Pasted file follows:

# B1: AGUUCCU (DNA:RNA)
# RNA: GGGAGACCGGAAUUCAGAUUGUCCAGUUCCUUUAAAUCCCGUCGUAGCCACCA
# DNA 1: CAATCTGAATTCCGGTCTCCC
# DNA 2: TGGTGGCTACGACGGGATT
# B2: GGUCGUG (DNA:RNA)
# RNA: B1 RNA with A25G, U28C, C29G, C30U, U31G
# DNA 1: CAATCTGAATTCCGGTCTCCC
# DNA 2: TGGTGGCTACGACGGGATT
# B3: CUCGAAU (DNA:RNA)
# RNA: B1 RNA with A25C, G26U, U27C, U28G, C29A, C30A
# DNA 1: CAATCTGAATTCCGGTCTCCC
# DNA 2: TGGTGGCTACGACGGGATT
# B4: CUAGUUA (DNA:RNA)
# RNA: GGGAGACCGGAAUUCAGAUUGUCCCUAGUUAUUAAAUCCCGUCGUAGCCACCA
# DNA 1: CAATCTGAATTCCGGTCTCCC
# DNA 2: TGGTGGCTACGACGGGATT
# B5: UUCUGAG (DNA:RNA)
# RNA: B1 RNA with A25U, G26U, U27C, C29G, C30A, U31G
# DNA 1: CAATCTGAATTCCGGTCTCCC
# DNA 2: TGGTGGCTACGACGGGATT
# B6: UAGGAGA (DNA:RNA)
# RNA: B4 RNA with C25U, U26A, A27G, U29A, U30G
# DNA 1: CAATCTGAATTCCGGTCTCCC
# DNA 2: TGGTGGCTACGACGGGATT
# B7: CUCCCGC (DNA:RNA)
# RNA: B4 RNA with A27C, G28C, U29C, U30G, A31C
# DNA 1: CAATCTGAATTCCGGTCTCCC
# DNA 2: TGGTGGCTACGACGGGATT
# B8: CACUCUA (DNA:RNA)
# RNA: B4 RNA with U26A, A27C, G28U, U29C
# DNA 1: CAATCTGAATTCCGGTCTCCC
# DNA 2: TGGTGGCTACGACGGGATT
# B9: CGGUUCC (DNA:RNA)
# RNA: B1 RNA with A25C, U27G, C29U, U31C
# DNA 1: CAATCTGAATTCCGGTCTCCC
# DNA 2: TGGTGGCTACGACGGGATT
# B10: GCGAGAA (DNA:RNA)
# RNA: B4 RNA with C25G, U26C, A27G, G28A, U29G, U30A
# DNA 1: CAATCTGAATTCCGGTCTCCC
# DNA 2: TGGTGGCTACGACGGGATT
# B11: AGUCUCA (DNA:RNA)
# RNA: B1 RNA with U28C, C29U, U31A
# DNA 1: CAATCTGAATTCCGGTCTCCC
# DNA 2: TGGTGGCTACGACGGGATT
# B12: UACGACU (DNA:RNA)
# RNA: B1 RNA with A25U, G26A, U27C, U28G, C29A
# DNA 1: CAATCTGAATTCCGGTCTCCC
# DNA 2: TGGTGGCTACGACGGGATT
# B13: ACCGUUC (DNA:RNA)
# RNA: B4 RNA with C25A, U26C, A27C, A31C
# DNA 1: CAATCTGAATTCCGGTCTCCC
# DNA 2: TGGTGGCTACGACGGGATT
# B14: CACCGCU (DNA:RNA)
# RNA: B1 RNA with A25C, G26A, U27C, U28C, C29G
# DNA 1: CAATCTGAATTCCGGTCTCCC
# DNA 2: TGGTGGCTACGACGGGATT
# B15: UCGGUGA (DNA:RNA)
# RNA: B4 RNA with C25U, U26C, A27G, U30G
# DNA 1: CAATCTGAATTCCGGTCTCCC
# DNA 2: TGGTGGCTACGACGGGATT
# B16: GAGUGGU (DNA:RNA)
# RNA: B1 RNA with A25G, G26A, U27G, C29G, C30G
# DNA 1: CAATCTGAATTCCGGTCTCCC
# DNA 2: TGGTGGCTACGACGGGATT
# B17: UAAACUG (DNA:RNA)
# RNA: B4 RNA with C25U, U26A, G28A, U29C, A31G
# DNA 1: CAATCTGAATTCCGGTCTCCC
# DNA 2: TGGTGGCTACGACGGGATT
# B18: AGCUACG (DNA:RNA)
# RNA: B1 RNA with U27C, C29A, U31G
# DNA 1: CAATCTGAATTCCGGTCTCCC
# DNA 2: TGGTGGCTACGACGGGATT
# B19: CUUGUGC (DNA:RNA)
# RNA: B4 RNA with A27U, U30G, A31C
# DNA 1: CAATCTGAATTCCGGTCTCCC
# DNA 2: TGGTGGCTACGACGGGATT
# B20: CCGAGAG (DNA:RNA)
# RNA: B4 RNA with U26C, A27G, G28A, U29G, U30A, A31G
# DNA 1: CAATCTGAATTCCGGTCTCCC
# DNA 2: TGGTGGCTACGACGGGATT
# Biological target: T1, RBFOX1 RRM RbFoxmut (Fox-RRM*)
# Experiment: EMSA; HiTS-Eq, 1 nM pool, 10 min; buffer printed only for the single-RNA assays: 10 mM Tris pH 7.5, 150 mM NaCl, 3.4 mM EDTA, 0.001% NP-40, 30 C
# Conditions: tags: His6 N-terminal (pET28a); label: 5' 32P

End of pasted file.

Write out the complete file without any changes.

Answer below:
# B1: AGUUCCU (DNA:RNA)
# RNA: GGGAGACCGGAAUUCAGAUUGUCCAGUUCCUUUAAAUCCCGUCGUAGCCACCA
# DNA 1: CAATCTGAATTCCGGTCTCCC
# DNA 2: TGGTGGCTACGACGGGATT
# B2: GGUCGUG (DNA:RNA)
# RNA: B1 RNA with A25G, U28C, C29G, C30U, U31G
# DNA 1: CAATCTGAATTCCGGTCTCCC
# DNA 2: TGGTGGCTACGACGGGATT
# B3: CUCGAAU (DNA:RNA)
# RNA: B1 RNA with A25C, G26U, U27C, U28G, C29A, C30A
# DNA 1: CAATCTGAATTCCGGTCTCCC
# DNA 2: TGGTGGCTACGACGGGATT
# B4: CUAGUUA (DNA:RNA)
# RNA: GGGAGACCGGAAUUCAGAUUGUCCCUAGUUAUUAAAUCCCGUCGUAGCCACCA
# DNA 1: CAATCTGAATTCCGGTCTCCC
# DNA 2: TGGTGGCTACGACGGGATT
# B5: UUCUGAG (DNA:RNA)
# RNA: B1 RNA with A25U, G26U, U27C, C29G, C30A, U31G
# DNA 1: CAATCTGAATTCCGGTCTCCC
# DNA 2: TGGTGGCTACGACGGGATT
# B6: UAGGAGA (DNA:RNA)
# RNA: B4 RNA with C25U, U26A, A27G, U29A, U30G
# DNA 1: CAATCTGAATTCCGGTCTCCC
# DNA 2: TGGTGGCTACGACGGGATT
# B7: CUCCCGC (DNA:RNA)
# RNA: B4 RNA with A27C, G28C, U29C, U30G, A31C
# DNA 1: CAATCTGAATTCCGGTCTCCC
# DNA 2: TGGTGGCTACGACGGGATT
# B8: CACUCUA (DNA:RNA)
# RNA: B4 RNA with U26A, A27C, G28U, U29C
# DNA 1: CAATCTGAATTCCGGTCTCCC
# DNA 2: TGGTGGCTACGACGGGATT
# B9: CGGUUCC (DNA:RNA)
# RNA: B1 RNA with A25C, U27G, C29U, U31C
# DNA 1: CAATCTGAATTCCGGTCTCCC
# DNA 2: TGGTGGCTACGACGGGATT
# B10: GCGAGAA (DNA:RNA)
# RNA: B4 RNA with C25G, U26C, A27G, G28A, U29G, U30A
# DNA 1: CAATCTGAATTCCGGTCTCCC
# DNA 2: TGGTGGCTACGACGGGATT
# B11: AGUCUCA (DNA:RNA)
# RNA: B1 RNA with U28C, C29U, U31A
# DNA 1: CAATCTGAATTCCGGTCTCCC
# DNA 2: TGGTGGCTACGACGGGATT
# B12: UACGACU (DNA:RNA)
# RNA: B1 RNA with A25U, G26A, U27C, U28G, C29A
# DNA 1: CAATCTGAATTCCGGTCTCCC
# DNA 2: TGGTGGCTACGACGGGATT
# B13: ACCGUUC (DNA:RNA)
# RNA: B4 RNA with C25A, U26C, A27C, A31C
# DNA 1: CAATCTGAATTCCGGTCTCCC
# DNA 2: TGGTGGCTACGACGGGATT
# B14: CACCGCU (DNA:RNA)
# RNA: B1 RNA with A25C, G26A, U27C, U28C, C29G
# DNA 1: CAATCTGAATTCCGGTCTCCC
# DNA 2: TGGTGGCTACGACGGGATT
# B15: UCGGUGA (DNA:RNA)
# RNA: B4 RNA with C25U, U26C, A27G, U30G
# DNA 1: CAATCTGAATTCCGGTCTCCC
# DNA 2: TGGTGGCTACGACGGGATT
# B16: GAGUGGU (DNA:RNA)
# RNA: B1 RNA with A25G, G26A, U27G, C29G, C30G
# DNA 1: CAATCTGAATTCCGGTCTCCC
# DNA 2: TGGTGGCTACGACGGGATT
# B17: UAAACUG (DNA:RNA)
# RNA: B4 RNA with C25U, U26A, G28A, U29C, A31G
# DNA 1: CAATCTGAATTCCGGTCTCCC
# DNA 2: TGGTGGCTACGACGGGATT
# B18: AGCUACG (DNA:RNA)
# RNA: B1 RNA with U27C, C29A, U31G
# DNA 1: CAATCTGAATTCCGGTCTCCC
# DNA 2: TGGTGGCTACGACGGGATT
# B19: CUUGUGC (DNA:RNA)
# RNA: B4 RNA with A27U, U30G, A31C
# DNA 1: CAATCTGAATTCCGGTCTCCC
# DNA 2: TGGTGGCTACGACGGGATT
# B20: CCGAGAG (DNA:RNA)
# RNA: B4 RNA with U26C, A27G, G28A, U29G, U30A, A31G
# DNA 1: CAATCTGAATTCCGGTCTCCC
# DNA 2: TGGTGGCTACGACGGGATT
# Biological target: T1, RBFOX1 RRM RbFoxmut (Fox-RRM*)
# Experiment: EMSA; HiTS-Eq, 1 nM pool, 10 min; buffer printed only for the single-RNA assays: 10 mM Tris pH 7.5, 150 mM NaCl, 3.4 mM EDTA, 0.001% NP-40, 30 C
# Conditions: tags: His6 N-terminal (pET28a); label: 5' 32P